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Oil & Globalisation, Obesity and Sustainability

Globalisation of Food

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Globalisation increases the flow of money, people, knowledge and resources. The global food trade has been growing rapidly in last decades and made the same kind of food available everywhere. Oil is one of the most global traded commodity.

Poor oil becomes one way to get cheap calories Vegetable oils, particularly palm and soybean oil are two of the most consumed oils. These oils are cheap because countries likes Malaysia, Indonesia and China export in large quantity and some are incentivised by their government policies. As a result, no matter what countries we are in, our diets have become more similar, which are heavy in calories and low in nutrients. Despite the "cheap calories" partly solve the famine problem in the less developed countries, increasing obesity concerns every the developing and developed countries.

Move more eat less

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Adapting lifestyle: energy dense to nutrients rich

Adapting our lifestyle to the changing supply of food has become the way to live healthy. Besides doing more exercise, we can also make changes in our diet. Instead of choosing energy dense food, choose nutrient rich food. It could also applied to the way we choose our oil, even though all oil provide similar amount of energy, fat likes saturated fat and trans fat will cause heart diseases, while monounsaturated and polyunsaturated fats are more beneficial to our health. A good oil should be protected by good packaging and handled carefully such as avoid temperature changes, sunlight and air, so that we can get the most nutrients out of it.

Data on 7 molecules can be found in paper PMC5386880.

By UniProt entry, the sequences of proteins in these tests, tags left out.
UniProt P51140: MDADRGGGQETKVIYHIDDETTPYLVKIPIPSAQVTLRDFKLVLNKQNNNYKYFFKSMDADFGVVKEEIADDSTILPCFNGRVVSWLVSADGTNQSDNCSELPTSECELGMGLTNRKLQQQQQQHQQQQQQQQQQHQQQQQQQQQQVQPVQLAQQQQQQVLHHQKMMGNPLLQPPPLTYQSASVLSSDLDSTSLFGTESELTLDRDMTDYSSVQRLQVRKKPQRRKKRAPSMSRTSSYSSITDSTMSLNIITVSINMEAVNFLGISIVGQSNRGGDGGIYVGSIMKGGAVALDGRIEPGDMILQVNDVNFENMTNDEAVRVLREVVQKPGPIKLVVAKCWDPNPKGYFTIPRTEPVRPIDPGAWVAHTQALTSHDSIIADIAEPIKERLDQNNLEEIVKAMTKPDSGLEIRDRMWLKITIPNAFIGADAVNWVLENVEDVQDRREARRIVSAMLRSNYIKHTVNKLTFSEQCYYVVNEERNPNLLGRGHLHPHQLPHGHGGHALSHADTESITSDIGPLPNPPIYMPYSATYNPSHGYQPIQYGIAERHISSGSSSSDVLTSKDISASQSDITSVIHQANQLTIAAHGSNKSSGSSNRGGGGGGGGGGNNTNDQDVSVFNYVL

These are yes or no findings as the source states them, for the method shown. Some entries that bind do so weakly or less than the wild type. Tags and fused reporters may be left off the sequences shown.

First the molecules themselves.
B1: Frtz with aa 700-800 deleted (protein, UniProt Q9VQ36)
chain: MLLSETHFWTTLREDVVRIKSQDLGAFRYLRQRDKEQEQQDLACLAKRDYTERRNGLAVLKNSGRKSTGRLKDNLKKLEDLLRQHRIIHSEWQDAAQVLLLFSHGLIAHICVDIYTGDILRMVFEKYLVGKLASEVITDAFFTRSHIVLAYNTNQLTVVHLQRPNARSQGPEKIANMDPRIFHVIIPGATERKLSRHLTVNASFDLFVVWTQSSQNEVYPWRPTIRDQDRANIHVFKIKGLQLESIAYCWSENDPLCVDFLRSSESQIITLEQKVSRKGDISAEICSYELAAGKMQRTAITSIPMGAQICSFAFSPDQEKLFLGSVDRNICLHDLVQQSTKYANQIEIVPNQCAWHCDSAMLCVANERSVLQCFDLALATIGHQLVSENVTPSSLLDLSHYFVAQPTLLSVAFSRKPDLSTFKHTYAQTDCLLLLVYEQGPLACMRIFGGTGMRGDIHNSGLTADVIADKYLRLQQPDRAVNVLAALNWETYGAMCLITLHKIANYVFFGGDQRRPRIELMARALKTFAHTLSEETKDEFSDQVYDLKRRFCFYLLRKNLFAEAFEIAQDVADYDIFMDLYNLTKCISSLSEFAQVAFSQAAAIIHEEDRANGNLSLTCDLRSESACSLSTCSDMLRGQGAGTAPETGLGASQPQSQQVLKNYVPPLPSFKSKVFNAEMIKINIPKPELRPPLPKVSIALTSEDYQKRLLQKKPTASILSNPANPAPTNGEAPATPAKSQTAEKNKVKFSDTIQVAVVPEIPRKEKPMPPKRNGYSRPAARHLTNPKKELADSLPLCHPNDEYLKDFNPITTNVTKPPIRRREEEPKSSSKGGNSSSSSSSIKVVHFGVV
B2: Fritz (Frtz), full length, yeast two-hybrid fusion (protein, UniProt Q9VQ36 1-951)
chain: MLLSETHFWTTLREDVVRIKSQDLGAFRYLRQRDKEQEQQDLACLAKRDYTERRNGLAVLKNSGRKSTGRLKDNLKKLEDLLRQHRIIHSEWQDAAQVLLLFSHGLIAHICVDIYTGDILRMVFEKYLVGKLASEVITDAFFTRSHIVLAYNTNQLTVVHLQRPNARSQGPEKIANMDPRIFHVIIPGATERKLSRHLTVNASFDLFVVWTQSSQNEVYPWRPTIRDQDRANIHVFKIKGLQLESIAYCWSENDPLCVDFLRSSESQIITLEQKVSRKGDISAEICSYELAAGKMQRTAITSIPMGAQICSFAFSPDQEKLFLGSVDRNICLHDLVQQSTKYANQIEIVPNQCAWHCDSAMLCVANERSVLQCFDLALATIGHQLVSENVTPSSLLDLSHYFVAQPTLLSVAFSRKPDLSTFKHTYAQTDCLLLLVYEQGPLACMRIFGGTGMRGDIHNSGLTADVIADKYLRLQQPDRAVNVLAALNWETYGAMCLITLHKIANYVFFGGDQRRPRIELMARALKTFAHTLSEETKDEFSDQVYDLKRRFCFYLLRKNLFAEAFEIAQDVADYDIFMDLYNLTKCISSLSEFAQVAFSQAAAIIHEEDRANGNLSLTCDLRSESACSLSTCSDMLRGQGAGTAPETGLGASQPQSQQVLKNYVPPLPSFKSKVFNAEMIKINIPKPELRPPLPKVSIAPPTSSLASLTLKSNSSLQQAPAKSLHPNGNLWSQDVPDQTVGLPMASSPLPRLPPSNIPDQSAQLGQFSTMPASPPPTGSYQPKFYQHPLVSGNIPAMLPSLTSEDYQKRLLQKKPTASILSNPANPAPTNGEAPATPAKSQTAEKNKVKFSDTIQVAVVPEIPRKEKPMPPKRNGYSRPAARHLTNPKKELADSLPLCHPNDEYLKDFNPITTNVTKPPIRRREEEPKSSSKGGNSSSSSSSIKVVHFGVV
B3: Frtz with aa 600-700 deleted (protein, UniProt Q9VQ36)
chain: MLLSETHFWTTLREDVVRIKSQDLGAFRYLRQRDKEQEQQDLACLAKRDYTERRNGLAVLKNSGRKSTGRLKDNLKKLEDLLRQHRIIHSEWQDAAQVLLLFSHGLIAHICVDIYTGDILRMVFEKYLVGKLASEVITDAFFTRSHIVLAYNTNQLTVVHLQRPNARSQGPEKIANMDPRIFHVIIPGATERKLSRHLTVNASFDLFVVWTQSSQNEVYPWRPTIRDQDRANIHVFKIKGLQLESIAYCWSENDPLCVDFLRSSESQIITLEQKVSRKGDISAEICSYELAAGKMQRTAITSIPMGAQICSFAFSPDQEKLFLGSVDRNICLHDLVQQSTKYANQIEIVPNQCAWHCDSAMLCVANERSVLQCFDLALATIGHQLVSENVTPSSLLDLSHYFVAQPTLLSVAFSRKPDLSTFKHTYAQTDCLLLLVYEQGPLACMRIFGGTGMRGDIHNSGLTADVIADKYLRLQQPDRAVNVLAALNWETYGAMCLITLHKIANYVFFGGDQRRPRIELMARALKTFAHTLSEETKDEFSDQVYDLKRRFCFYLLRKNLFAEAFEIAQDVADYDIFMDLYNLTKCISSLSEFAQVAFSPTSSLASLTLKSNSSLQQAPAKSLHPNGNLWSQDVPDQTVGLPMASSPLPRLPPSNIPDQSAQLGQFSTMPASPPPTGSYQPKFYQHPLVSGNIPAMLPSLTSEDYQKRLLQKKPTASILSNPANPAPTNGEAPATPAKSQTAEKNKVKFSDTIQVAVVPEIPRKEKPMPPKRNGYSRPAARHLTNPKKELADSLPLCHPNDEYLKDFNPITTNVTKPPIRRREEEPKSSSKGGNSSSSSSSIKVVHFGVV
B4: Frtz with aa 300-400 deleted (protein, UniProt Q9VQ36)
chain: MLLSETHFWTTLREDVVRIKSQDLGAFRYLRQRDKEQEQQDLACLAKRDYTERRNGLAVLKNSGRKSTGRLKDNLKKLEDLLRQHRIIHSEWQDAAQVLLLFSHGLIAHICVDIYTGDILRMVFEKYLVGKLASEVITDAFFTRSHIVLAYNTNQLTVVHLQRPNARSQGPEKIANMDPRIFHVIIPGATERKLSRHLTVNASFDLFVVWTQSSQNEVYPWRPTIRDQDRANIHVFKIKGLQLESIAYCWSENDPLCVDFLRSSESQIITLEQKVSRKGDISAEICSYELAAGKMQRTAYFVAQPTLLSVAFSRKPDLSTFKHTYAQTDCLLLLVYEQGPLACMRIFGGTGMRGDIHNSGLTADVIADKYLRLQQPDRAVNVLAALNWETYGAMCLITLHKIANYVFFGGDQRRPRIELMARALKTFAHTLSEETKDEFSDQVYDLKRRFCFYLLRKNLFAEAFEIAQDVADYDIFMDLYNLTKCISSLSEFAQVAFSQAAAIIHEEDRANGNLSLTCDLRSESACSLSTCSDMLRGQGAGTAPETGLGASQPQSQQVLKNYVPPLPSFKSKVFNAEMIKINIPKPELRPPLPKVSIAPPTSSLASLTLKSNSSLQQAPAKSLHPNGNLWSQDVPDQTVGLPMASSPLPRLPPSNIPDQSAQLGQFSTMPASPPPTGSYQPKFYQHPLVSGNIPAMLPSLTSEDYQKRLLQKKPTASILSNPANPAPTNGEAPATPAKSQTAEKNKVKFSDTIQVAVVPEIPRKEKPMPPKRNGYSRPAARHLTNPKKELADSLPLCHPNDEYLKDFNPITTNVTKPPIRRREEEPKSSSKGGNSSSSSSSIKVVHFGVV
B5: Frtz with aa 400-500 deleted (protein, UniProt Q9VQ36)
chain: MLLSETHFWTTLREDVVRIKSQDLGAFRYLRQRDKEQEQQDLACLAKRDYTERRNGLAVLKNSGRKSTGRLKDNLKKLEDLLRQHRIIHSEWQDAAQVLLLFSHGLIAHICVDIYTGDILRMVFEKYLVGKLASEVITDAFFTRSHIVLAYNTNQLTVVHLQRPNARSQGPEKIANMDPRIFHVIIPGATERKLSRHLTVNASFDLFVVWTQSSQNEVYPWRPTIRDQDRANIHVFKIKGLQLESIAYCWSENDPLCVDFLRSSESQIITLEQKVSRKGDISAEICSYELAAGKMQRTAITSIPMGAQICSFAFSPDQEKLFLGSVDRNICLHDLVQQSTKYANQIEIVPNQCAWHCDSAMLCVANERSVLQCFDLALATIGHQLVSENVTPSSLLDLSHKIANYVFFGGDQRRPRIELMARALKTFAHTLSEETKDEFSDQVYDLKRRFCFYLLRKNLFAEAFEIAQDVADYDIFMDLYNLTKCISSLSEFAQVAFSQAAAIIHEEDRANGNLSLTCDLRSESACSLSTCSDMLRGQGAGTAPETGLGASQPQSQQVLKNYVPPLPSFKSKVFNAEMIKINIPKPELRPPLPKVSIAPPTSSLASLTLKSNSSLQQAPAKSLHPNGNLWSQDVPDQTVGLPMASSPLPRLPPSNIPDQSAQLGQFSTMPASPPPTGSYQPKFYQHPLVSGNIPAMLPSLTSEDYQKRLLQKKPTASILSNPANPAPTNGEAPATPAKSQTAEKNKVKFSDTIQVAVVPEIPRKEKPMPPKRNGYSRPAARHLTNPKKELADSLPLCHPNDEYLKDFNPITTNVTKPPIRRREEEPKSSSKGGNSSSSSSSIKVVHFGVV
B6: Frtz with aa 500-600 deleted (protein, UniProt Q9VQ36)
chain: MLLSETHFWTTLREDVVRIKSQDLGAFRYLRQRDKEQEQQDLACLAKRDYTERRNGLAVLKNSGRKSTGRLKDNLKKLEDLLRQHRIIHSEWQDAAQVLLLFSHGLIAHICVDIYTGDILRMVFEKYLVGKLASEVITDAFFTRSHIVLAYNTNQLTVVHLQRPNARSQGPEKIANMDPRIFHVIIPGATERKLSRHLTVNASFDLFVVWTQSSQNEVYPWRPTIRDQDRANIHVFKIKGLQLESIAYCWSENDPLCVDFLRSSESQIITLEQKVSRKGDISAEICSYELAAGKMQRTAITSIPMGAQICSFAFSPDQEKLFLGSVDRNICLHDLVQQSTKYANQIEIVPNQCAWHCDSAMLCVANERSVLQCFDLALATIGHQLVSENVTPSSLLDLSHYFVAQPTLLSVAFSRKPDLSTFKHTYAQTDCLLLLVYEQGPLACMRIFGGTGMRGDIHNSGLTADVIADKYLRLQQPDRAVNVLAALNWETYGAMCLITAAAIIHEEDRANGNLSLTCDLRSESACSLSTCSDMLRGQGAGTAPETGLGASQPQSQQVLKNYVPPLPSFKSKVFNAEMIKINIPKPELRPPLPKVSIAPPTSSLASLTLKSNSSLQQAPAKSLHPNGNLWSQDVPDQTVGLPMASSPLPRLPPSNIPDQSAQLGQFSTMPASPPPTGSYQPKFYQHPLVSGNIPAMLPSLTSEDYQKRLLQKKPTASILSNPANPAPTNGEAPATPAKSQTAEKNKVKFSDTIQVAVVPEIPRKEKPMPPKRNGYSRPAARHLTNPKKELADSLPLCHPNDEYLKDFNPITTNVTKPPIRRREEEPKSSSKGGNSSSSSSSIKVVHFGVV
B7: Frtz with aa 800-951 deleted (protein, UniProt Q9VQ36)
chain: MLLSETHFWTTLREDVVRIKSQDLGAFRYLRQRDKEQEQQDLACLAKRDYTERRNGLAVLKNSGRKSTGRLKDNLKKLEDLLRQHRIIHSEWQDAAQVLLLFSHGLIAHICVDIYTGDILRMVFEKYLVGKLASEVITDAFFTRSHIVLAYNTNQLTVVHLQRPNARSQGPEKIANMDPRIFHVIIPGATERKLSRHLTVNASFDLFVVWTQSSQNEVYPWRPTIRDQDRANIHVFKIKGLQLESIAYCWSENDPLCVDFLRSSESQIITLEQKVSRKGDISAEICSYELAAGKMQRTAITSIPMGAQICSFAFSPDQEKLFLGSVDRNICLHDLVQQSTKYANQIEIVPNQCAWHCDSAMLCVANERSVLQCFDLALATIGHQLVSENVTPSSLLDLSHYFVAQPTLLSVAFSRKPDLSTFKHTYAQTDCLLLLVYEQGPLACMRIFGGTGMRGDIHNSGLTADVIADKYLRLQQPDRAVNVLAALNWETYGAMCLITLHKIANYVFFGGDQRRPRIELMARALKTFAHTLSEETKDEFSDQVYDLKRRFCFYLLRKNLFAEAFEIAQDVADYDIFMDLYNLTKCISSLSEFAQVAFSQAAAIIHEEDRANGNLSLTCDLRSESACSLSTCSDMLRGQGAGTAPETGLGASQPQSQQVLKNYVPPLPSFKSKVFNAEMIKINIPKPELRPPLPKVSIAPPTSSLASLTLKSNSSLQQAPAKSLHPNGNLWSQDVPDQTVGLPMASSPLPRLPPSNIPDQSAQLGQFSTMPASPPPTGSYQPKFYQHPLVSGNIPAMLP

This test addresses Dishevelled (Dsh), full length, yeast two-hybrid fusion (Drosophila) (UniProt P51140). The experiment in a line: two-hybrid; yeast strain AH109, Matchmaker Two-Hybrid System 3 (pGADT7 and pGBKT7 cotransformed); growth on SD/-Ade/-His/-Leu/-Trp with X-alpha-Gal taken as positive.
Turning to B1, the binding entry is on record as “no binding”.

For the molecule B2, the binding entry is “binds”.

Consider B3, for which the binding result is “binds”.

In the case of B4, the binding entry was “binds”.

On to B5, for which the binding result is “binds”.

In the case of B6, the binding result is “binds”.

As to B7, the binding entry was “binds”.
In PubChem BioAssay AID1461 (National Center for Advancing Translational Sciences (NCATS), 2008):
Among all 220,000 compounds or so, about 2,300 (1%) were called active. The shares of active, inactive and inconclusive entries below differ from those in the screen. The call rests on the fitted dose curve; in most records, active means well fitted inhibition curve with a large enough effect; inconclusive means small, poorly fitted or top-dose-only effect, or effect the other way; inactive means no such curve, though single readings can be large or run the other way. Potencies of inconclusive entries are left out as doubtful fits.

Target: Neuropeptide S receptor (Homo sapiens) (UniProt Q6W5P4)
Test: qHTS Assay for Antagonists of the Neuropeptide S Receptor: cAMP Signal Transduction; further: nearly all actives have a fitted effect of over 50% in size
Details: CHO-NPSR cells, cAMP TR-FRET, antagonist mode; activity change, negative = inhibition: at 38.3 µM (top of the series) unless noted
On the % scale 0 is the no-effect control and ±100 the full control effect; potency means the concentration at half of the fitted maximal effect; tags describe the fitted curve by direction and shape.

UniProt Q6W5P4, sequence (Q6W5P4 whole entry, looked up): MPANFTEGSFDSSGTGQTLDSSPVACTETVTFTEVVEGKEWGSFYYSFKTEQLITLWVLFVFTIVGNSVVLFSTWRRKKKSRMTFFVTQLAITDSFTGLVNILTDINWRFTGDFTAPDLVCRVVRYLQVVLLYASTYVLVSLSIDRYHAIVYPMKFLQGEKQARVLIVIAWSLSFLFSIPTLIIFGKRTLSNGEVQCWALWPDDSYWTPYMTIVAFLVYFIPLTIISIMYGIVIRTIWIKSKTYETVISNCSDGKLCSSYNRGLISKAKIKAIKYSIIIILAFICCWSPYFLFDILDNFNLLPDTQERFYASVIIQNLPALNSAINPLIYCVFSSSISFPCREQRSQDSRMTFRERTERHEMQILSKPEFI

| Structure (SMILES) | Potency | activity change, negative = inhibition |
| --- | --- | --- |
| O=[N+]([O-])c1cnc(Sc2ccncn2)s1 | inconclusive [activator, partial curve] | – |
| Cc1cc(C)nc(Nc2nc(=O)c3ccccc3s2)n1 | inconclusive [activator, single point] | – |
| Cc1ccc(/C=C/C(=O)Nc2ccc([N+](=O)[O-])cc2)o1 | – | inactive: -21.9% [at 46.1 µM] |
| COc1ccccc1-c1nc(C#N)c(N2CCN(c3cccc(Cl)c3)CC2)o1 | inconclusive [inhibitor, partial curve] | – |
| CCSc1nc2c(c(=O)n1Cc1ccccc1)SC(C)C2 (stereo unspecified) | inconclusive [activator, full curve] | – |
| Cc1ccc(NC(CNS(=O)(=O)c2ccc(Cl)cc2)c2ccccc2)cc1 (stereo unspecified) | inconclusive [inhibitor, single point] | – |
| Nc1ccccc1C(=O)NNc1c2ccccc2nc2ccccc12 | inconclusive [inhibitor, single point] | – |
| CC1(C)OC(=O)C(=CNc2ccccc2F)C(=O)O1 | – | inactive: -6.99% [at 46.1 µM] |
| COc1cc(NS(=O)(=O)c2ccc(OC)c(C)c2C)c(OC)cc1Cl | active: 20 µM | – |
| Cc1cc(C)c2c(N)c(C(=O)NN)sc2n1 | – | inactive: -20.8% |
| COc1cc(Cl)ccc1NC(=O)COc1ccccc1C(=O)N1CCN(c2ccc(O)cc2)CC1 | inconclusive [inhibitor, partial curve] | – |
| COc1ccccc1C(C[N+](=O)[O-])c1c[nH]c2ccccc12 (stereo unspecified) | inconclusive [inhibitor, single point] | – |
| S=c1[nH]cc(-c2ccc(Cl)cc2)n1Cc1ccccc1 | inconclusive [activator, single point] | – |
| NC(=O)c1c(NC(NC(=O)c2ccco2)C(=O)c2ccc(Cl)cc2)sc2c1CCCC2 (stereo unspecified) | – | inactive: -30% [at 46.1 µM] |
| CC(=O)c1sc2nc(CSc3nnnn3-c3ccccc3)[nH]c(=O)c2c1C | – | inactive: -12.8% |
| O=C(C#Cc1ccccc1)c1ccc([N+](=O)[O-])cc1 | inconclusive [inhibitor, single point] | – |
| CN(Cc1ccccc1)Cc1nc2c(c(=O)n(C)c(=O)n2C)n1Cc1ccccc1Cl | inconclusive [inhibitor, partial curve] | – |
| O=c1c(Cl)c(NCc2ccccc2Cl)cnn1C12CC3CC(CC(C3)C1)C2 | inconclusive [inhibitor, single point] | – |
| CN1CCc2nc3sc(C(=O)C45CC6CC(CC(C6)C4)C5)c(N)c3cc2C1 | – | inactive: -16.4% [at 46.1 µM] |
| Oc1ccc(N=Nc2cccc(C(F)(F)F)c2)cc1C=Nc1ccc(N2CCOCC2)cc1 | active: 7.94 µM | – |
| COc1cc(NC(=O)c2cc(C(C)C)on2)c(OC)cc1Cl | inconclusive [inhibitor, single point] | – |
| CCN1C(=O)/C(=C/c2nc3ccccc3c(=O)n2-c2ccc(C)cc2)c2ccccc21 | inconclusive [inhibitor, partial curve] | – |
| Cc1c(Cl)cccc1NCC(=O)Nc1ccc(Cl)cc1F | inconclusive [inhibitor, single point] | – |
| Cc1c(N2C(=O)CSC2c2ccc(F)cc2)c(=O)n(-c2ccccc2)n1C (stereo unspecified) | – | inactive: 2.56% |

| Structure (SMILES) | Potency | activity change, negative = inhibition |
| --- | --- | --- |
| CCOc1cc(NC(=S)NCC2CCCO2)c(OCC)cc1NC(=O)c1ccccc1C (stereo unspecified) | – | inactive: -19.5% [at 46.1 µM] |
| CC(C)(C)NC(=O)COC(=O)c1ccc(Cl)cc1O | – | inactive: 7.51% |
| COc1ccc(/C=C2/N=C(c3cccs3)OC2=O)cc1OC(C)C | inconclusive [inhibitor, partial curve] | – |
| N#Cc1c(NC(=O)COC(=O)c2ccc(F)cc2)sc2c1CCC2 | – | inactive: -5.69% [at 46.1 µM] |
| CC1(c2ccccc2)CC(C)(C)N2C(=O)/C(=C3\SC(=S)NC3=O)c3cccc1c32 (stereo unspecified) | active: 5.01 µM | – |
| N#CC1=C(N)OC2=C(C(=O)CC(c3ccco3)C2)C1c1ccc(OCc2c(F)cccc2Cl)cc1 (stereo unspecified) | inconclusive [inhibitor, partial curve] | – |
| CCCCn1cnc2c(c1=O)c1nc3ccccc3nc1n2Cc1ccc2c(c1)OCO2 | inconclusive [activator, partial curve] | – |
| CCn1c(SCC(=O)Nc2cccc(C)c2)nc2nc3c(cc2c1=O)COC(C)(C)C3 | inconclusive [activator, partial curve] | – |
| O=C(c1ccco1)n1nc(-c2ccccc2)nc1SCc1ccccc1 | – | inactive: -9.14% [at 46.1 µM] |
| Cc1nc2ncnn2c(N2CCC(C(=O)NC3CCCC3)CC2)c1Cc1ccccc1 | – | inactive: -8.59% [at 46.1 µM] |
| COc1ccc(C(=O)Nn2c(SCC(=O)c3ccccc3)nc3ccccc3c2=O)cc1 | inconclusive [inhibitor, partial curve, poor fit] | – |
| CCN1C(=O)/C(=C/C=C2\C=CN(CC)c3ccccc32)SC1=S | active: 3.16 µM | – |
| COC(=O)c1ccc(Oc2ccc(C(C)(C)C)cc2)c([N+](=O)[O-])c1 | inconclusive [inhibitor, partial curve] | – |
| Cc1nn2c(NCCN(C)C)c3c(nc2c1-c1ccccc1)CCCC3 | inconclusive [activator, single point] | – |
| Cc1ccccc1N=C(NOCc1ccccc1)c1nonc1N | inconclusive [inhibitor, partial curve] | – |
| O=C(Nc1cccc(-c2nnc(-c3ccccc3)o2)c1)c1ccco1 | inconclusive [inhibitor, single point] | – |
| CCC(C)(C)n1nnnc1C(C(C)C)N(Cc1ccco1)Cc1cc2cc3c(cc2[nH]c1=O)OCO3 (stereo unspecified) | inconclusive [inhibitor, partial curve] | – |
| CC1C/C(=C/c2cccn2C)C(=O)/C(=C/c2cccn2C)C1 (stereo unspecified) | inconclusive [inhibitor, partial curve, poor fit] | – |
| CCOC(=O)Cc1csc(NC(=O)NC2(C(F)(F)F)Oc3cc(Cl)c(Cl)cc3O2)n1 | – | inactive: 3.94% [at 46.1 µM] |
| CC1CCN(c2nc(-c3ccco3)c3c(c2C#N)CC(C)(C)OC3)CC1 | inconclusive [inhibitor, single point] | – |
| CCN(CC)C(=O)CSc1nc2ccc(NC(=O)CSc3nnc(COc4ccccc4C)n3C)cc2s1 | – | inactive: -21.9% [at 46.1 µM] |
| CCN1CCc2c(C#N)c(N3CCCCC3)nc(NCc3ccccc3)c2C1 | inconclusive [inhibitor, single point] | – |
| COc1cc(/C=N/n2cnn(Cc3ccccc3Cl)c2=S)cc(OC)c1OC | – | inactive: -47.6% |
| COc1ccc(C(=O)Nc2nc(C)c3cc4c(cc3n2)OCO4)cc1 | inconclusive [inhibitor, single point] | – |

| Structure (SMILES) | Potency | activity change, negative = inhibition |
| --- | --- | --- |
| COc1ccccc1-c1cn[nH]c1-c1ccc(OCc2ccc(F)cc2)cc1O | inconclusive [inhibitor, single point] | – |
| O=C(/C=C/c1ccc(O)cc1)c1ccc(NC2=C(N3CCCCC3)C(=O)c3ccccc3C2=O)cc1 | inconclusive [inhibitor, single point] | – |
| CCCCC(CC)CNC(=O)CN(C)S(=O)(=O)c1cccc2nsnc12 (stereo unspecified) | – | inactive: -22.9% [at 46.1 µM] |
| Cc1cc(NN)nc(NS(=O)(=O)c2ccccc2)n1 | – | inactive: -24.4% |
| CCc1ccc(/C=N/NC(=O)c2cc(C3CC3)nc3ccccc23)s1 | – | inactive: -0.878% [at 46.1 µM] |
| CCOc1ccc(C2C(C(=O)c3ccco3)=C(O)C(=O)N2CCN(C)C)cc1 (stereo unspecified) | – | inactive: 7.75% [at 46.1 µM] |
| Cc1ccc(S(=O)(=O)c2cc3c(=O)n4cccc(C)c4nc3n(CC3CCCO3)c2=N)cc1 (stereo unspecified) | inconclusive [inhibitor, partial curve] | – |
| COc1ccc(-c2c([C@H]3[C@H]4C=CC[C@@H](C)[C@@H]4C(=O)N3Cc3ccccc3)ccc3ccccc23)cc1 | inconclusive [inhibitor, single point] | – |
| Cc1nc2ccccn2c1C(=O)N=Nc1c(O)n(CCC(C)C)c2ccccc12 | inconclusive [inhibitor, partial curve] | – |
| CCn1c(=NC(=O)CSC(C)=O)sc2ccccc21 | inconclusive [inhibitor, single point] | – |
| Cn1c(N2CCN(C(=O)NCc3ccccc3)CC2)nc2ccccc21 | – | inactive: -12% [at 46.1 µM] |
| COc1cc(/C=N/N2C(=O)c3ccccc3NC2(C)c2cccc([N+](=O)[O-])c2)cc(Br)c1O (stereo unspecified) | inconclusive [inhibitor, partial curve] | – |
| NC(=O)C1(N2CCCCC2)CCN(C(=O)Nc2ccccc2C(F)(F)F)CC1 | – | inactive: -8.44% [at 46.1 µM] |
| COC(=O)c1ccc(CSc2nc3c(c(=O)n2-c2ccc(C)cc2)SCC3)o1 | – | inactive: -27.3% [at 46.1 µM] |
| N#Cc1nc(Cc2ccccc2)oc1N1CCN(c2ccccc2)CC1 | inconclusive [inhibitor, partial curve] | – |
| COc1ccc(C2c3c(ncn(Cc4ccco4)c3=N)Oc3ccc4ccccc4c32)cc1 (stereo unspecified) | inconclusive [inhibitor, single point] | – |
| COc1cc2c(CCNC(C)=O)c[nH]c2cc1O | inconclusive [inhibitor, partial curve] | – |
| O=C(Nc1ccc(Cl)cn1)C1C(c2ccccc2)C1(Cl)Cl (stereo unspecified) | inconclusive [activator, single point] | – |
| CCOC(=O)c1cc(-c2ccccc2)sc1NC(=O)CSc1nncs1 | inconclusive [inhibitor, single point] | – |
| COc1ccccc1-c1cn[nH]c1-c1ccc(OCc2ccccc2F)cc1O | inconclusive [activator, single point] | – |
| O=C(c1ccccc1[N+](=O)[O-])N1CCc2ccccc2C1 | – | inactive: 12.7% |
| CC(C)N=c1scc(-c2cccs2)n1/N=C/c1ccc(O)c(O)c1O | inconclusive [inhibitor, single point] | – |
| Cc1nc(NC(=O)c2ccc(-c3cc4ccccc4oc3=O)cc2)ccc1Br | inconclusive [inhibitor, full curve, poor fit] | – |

RSPO Failed?

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From food security to food sustainability

After secured the food supply and food safety problem, developed countries now are looking for more sustainable way to produce food. Palm oil has been related to the deforestation and labour exploitation problem for long time, even after the establishment of the Roundtable on Sustainable Palm Oil (RSPO). According to the RSPO 2016 Reports, they are still facing lots of challenge, and the lifting of the suspension of the IOI (Malaysia palm oil supplier) after just 4 months undermined the credibility of the RSPO panel.


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